Posted July 2, 2008

    A reviewer

    I love this book and recommend it to anyone studying acting...give it a chance and read it through!

    Was this review helpful? Yes  No   Report this review
  • Anonymous

    Posted May 4, 2007

    A reviewer

    This no-nonsense book put acting into perspective for me. Whenever I am in trouble in a scene, I come back to the exercises and they pull me through. What's more, the techniques don't only improve the quality or life of your performance onstage in the world of make-believe, it helps you become a more well-rounded person offstage in the real world as well.

    Was this review helpful? Yes  No   Report this review
  • Anonymous

    Posted December 14, 2005

    Acting that makes sense...

    I¿ll admit that at first glance Eric Morris¿s System can seem scary and misaligned. But I believe it to be a very misunderstood system. I too was skeptical in the beginning, but after studying this technique (with Eric, but mostly with Anthony Vincent Bova in NYC, Eric¿s protégé), and after seeing the difference from 'acting' and what this Work creates, there's no way I'd ever go back to the 'acting' form. Eric Morris teaches the actor how to react honestly and in the moment, including everything that¿s going on inside and out¿the other actor, the props, the imagined objects that one might be working for¿that impels you to ¿do¿ whatever the character is required to ¿do¿, but out of a real reaction, not just because you¿re doing it. I've studied Adler, Strasberg, Meisner, and with Robert Lewis. I've hashed through the process of verbs, actions, objectives, obstacles, and onward and they're all good and dandy for figuring out what's going on in a script, what the characters are doing and why but other than that, these techniques never helped me figure out HOW to make it real to ME... How to get to a place where I'm actually functioning from a real, organic, truthful state ... How to get to the point where I am 'doing' all the script tells me to do, fulfilling the 'actions,' out of an honest REACTION to what¿s going on¿. Not just ¿playing¿ as if I am how, in essence, to create the realities of the character¿. No matter where you go, all the great teachers (and actors) say the same thing, 'Acting is reacting.' Even the most used and cherished word in the actor¿s language, LISTENING, is about focusing outside of yourself and REACTING to what is there. This Work trains the actor to create the stimuli that will fulfill the demands of the piece, specifically, wholly, and with Truth. For the most part, plays and movies are imagined circumstances, and we as actors, have to create stimuli to react from, so we¿re not just faking, or indicating our performance. I'd rather watch two people have a relationship on film or on stage, than two actors reciting words, no matter how well they 'act' it. If they don¿t believe it, I won¿t. This System trains you to create those stimuli and REACT to them honestly, fully and truthfully. A crucial part of Eric's System is based on Instrumental Work, which is the process of identifying blocks and fears and tensions to expression and, one-by-one, through the use of hundreds of exercises, eliminating them. It's really about self-awareness¿learning about yourself and how you function, so you can ¿get out of your way¿ and function truthfully on stage or film and get to where you need to get to in a scene. I think this is the aim of every method, but I feel that this System is the only one to address the issues of the actor on a personal level. If I'm tense and depressed (in real life me the actor), I'm not going to be able to REACT truthfully in a scene where the character has just won the lottery and is jumping with joy. If I push for the emotion, I'll be faking and will 'act' that I'm joyful. If this is enough for you, then Eric's work is definitely not your thing. But if you're looking for creating reality and REACTING with truth, nothing surpasses this Work. I know that Meryl Streep, Brando, Ed Norton, Johnny Depp, Jack Nicholson, Al Pacino, Robert DeNiro, and a handful of other amazing actors don't fake it, don't just indicate the realities of the character and the circumstances. They create them. Be it imagined stimuli they are creating, or through the available stimulus around them, they open themselves up and REACT truthfully to everything ¿the other actors, the set, the space, the props, the object or person via Sense Memory, etc. I KNOW they do this for a fact! They¿ve talked about it for years. Eric helps you get to the place that they do¿where you can function truthfully, where your instrument is accessible and available, where you are open and are willing to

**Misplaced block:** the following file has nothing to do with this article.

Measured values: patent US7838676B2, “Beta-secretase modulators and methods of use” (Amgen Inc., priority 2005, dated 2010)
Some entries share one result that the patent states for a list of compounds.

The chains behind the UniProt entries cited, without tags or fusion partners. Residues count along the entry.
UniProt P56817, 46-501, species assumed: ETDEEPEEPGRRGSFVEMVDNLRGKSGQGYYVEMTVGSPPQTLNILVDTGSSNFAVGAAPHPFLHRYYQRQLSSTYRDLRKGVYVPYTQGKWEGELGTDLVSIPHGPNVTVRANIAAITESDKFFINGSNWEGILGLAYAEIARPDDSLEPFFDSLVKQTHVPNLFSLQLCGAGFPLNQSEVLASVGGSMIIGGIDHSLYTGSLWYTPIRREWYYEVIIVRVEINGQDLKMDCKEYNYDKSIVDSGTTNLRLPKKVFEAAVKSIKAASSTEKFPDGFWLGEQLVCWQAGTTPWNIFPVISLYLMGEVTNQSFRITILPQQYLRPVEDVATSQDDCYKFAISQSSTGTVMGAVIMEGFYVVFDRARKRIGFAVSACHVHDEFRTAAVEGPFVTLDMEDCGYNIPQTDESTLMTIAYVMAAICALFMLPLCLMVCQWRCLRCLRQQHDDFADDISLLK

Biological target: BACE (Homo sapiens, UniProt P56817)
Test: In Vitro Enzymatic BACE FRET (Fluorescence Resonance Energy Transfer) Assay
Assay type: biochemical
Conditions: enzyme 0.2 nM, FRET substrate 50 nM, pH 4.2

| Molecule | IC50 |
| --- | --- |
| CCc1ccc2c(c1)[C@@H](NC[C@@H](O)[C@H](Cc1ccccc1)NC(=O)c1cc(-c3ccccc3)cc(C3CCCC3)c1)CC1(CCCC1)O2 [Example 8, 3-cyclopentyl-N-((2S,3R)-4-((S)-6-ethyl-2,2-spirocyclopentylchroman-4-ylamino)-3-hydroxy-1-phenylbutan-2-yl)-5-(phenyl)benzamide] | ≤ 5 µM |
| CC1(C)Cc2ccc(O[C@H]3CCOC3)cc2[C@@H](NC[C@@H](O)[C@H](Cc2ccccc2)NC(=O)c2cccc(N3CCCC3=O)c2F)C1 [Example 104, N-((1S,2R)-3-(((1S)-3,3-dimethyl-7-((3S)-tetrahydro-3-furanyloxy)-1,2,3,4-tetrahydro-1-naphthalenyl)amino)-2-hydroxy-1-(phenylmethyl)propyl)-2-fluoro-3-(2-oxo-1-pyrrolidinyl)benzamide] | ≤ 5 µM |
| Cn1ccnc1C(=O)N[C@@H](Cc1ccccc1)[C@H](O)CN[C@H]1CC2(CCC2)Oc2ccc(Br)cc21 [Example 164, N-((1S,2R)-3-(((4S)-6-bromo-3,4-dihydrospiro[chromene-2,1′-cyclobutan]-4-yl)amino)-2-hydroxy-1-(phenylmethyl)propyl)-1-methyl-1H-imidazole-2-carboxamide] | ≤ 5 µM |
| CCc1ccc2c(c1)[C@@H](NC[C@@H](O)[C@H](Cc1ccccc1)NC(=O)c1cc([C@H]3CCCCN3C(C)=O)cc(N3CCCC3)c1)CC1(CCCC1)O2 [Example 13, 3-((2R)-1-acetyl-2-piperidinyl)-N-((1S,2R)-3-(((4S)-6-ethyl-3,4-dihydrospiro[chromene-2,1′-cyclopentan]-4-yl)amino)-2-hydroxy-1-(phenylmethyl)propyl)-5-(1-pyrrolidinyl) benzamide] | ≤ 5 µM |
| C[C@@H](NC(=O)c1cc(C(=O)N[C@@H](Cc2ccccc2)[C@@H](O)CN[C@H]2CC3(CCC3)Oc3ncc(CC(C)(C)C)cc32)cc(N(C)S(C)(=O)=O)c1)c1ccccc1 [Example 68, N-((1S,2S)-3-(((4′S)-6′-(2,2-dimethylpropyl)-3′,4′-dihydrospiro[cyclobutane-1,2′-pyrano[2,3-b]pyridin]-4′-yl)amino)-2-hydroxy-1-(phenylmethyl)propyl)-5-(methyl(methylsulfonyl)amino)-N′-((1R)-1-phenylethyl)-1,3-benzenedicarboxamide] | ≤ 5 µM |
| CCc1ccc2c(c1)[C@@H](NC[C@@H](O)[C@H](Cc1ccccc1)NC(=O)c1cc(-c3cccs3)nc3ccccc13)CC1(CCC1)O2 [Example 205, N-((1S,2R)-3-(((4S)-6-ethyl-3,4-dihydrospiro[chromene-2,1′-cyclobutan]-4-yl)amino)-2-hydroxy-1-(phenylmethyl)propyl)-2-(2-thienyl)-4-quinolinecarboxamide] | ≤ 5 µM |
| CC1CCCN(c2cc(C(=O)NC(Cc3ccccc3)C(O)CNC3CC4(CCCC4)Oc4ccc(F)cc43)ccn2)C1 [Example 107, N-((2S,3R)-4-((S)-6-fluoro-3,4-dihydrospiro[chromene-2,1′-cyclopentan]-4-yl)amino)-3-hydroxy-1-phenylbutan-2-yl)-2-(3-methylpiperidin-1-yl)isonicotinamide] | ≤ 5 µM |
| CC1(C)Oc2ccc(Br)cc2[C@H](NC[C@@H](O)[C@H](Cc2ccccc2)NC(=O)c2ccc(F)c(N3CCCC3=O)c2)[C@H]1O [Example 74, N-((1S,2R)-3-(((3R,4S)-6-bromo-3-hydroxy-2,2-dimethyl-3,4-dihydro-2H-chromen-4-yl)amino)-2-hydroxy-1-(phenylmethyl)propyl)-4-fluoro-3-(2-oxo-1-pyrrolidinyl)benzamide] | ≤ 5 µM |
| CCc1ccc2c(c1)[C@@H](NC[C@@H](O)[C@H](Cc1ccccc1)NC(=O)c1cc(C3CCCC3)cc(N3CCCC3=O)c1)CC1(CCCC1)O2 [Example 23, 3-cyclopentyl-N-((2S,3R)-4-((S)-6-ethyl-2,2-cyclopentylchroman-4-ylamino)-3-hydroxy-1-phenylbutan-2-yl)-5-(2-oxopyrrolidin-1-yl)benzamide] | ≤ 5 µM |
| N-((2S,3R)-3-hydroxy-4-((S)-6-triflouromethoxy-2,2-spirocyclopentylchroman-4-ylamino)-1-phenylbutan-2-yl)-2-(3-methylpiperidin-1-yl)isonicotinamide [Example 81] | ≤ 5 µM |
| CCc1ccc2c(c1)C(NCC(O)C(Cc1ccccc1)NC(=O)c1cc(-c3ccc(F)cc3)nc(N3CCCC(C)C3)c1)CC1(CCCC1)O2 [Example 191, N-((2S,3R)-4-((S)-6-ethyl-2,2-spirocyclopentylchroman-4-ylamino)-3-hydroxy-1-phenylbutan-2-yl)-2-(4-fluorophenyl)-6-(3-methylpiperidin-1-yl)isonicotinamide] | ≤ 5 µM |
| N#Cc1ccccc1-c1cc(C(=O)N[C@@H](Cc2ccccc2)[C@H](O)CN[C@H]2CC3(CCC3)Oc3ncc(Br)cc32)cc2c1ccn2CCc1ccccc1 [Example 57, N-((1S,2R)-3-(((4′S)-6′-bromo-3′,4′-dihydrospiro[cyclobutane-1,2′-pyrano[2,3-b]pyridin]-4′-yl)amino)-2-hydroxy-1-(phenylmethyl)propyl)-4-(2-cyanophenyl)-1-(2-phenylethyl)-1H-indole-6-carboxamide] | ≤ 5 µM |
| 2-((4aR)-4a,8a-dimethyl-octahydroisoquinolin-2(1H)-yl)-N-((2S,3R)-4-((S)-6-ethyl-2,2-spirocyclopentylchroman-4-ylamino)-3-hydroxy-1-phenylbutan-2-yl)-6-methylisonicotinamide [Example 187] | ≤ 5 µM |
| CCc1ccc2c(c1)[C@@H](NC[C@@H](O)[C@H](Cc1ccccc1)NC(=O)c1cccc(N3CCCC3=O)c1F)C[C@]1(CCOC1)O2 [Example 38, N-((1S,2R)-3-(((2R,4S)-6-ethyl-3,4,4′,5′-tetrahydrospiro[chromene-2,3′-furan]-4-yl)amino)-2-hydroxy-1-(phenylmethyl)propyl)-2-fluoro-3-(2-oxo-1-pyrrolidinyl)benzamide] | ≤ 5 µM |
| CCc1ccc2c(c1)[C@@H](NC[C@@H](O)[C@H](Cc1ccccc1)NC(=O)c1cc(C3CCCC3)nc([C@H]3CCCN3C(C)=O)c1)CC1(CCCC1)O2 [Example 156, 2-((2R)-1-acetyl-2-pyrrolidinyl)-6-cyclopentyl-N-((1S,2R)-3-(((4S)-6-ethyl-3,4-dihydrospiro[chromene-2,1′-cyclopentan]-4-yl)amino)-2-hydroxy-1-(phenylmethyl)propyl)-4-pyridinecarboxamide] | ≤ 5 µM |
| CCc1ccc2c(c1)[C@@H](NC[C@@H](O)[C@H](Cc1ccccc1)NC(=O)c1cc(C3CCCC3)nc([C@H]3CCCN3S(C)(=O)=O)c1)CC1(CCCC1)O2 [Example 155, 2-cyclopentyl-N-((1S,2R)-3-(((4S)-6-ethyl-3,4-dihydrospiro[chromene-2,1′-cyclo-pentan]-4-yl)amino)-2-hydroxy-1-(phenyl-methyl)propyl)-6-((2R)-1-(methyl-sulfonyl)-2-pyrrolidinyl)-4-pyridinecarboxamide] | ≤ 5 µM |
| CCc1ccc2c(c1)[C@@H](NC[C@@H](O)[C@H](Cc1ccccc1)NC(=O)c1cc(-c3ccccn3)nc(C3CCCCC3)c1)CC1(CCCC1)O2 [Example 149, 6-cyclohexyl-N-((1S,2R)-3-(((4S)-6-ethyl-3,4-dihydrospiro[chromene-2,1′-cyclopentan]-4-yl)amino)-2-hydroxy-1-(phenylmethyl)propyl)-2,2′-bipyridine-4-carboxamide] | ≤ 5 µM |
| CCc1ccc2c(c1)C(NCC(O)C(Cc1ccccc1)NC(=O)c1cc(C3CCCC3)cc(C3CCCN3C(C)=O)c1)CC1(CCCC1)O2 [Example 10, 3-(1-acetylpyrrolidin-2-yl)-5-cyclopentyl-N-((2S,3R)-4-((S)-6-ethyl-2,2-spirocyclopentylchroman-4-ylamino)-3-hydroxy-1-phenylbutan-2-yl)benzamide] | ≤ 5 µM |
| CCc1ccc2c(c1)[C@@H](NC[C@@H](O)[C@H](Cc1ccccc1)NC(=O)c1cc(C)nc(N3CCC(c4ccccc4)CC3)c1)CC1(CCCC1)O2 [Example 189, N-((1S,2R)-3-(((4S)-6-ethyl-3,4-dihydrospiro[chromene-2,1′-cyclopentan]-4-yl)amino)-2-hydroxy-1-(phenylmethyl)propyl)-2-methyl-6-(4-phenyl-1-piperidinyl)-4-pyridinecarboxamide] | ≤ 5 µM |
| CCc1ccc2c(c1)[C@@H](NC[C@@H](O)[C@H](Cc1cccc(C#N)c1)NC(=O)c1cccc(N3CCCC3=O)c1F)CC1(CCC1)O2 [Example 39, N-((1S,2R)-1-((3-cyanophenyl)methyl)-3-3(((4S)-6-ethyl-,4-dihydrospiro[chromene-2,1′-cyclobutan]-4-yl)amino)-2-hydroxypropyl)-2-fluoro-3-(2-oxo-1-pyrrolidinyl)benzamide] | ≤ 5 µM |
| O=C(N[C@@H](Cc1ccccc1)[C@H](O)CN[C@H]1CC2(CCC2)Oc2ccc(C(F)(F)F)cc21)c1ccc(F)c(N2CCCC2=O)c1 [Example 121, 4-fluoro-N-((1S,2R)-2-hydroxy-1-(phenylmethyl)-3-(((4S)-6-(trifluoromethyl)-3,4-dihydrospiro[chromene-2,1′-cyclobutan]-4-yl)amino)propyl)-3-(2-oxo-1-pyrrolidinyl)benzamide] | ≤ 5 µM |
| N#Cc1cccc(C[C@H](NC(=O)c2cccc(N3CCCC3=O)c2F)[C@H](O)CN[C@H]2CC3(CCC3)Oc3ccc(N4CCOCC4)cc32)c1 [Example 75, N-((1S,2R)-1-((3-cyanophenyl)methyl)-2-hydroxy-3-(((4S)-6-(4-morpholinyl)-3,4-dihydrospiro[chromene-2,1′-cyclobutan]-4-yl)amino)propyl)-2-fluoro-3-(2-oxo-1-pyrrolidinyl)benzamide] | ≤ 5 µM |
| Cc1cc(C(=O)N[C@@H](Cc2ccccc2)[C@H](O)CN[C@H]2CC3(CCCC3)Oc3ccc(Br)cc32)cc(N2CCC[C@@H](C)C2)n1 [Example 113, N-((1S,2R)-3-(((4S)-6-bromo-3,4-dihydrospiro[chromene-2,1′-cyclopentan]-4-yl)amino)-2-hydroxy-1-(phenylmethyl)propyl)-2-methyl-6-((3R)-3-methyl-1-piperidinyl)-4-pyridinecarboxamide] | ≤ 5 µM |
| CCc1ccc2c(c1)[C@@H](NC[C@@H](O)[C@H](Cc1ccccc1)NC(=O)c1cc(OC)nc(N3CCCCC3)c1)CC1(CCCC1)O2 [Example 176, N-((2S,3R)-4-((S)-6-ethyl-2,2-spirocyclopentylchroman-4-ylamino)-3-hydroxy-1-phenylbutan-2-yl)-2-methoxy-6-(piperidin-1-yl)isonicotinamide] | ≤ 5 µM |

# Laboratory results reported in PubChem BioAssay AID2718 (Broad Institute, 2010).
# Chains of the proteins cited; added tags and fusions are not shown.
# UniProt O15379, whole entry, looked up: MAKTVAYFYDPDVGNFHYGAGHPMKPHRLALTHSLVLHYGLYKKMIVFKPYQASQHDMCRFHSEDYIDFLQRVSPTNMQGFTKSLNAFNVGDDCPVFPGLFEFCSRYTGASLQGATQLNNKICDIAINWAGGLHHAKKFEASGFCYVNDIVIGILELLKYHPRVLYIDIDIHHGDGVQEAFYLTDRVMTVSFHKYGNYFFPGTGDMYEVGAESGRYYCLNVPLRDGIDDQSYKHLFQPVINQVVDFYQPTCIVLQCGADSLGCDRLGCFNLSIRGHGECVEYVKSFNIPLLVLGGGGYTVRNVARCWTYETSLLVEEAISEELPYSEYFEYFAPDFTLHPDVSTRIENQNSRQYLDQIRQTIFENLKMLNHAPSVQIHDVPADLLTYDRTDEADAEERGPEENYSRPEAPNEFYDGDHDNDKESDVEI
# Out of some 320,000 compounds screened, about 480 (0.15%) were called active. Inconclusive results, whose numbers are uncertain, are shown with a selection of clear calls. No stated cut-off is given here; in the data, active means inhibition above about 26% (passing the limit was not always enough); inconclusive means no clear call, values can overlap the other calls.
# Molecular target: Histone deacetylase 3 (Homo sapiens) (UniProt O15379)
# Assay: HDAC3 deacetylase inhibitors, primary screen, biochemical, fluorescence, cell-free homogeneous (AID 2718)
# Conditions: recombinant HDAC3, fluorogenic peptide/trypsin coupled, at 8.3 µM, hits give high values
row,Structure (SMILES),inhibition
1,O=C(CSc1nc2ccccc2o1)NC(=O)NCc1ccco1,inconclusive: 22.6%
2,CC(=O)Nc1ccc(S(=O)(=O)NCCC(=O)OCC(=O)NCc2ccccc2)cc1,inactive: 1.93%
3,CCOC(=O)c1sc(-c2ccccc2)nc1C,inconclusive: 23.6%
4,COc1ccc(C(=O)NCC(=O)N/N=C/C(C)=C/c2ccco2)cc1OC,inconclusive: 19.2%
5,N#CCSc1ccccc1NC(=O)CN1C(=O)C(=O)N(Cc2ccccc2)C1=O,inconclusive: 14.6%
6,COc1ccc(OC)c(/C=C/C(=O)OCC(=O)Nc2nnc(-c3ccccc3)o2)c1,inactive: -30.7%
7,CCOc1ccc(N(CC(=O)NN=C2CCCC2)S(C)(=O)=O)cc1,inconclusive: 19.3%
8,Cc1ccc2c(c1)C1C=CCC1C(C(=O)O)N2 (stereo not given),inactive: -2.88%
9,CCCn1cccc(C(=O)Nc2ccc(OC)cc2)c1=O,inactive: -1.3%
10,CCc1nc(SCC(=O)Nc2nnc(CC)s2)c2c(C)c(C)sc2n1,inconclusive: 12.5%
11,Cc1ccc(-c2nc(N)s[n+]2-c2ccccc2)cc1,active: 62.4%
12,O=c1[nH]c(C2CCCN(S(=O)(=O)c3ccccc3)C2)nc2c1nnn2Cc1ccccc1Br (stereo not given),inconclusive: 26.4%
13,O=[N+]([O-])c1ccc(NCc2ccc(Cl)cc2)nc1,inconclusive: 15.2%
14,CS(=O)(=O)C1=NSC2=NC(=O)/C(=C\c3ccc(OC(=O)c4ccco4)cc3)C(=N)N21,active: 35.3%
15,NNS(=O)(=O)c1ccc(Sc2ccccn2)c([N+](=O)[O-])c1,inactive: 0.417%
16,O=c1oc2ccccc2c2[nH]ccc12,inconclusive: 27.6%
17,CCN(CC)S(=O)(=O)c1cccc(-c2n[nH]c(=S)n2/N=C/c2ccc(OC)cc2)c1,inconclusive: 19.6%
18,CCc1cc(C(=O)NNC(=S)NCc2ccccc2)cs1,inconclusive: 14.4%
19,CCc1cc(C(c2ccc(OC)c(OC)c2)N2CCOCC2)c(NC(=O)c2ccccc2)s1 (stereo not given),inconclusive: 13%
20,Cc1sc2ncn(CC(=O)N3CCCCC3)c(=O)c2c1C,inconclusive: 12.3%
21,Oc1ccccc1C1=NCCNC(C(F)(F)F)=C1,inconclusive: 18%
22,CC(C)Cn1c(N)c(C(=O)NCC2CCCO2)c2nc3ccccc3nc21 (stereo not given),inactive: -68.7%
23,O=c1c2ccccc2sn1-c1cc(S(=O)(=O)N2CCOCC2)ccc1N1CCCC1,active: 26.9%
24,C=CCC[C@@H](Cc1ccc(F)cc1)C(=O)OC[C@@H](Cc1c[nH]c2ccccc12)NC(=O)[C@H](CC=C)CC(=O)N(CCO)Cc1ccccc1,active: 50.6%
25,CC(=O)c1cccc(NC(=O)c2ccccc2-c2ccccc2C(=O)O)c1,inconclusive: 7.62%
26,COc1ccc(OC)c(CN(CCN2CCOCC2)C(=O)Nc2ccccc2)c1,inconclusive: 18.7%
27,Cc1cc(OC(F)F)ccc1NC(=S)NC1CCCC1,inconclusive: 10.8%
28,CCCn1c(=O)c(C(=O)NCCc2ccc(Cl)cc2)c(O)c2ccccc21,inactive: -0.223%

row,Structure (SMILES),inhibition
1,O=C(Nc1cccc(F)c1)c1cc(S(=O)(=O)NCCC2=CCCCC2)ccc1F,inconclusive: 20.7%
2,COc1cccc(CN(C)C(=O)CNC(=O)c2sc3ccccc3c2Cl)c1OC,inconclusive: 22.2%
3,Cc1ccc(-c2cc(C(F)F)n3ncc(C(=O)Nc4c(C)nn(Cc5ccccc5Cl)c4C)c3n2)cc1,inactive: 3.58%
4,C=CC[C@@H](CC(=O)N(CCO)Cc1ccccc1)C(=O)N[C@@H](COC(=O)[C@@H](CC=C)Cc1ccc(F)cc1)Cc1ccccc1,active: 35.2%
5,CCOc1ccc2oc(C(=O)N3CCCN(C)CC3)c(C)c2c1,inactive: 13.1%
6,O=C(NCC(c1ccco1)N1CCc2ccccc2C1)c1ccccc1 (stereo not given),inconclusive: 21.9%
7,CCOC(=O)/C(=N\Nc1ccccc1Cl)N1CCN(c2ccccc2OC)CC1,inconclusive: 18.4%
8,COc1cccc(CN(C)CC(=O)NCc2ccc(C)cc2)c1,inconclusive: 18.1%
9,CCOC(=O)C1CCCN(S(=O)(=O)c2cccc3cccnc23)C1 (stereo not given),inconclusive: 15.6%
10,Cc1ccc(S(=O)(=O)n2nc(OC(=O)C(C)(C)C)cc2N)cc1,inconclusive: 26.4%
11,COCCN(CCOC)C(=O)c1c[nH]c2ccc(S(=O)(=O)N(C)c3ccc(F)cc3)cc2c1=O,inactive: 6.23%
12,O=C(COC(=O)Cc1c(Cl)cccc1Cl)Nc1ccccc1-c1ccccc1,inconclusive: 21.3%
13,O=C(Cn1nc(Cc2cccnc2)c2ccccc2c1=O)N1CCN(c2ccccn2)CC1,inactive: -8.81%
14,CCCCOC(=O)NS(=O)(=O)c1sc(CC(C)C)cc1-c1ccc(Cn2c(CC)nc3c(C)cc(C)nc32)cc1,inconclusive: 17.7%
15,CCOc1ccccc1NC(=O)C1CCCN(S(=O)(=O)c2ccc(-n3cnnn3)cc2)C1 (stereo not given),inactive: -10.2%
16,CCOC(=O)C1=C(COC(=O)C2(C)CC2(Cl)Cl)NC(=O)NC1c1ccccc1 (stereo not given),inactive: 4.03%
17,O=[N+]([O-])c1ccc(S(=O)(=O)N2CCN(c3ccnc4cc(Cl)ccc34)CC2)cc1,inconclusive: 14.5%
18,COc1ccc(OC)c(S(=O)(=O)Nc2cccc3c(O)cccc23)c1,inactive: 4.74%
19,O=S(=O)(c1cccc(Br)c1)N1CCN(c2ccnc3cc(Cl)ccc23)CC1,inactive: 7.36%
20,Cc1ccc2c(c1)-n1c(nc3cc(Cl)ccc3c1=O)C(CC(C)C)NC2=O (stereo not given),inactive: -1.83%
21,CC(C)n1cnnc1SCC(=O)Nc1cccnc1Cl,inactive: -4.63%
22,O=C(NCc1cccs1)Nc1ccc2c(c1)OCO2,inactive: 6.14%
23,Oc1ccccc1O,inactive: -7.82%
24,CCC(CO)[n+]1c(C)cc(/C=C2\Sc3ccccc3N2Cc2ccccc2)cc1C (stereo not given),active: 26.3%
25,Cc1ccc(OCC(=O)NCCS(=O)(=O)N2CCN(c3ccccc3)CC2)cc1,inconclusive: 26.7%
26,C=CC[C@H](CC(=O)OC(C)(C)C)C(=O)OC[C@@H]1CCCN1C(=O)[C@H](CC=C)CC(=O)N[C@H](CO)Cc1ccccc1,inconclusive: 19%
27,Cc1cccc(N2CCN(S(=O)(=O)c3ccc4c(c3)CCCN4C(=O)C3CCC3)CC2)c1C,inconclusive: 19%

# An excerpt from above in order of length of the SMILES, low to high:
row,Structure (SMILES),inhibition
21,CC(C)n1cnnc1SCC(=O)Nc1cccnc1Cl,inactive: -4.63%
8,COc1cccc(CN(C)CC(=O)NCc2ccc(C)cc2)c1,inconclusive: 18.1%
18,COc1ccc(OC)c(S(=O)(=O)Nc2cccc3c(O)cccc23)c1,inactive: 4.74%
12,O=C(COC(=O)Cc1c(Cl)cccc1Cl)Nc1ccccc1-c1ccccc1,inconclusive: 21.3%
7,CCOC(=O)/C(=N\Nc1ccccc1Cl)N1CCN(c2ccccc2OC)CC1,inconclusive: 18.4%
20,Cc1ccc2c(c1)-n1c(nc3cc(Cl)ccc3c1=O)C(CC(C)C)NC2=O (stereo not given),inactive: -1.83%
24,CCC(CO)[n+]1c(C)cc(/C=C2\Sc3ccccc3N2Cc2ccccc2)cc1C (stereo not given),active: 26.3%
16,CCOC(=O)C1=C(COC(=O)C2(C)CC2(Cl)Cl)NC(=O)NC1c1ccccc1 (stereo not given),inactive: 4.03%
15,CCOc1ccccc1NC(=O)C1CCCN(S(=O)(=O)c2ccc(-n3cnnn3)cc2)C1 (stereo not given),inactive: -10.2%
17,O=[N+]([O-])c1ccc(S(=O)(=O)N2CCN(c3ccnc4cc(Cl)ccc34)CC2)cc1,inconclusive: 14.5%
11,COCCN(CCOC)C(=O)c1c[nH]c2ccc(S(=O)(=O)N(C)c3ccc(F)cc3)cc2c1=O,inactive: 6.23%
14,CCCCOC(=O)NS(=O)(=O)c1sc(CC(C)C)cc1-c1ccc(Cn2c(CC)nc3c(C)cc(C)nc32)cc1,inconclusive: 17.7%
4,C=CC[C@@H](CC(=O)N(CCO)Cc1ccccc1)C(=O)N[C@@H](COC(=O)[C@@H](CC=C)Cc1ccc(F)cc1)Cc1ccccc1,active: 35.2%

Was this review helpful? Yes  No   Report this review
  • Anonymous

    Posted March 22, 2010

    No text was provided for this review.

  • Anonymous

    Posted February 3, 2009

    No text was provided for this review.

Sort by: Showing all of 5 Customer Reviews

If you find inappropriate content, please report it to Barnes & Noble
Why is this product inappropriate?
Comments (optional)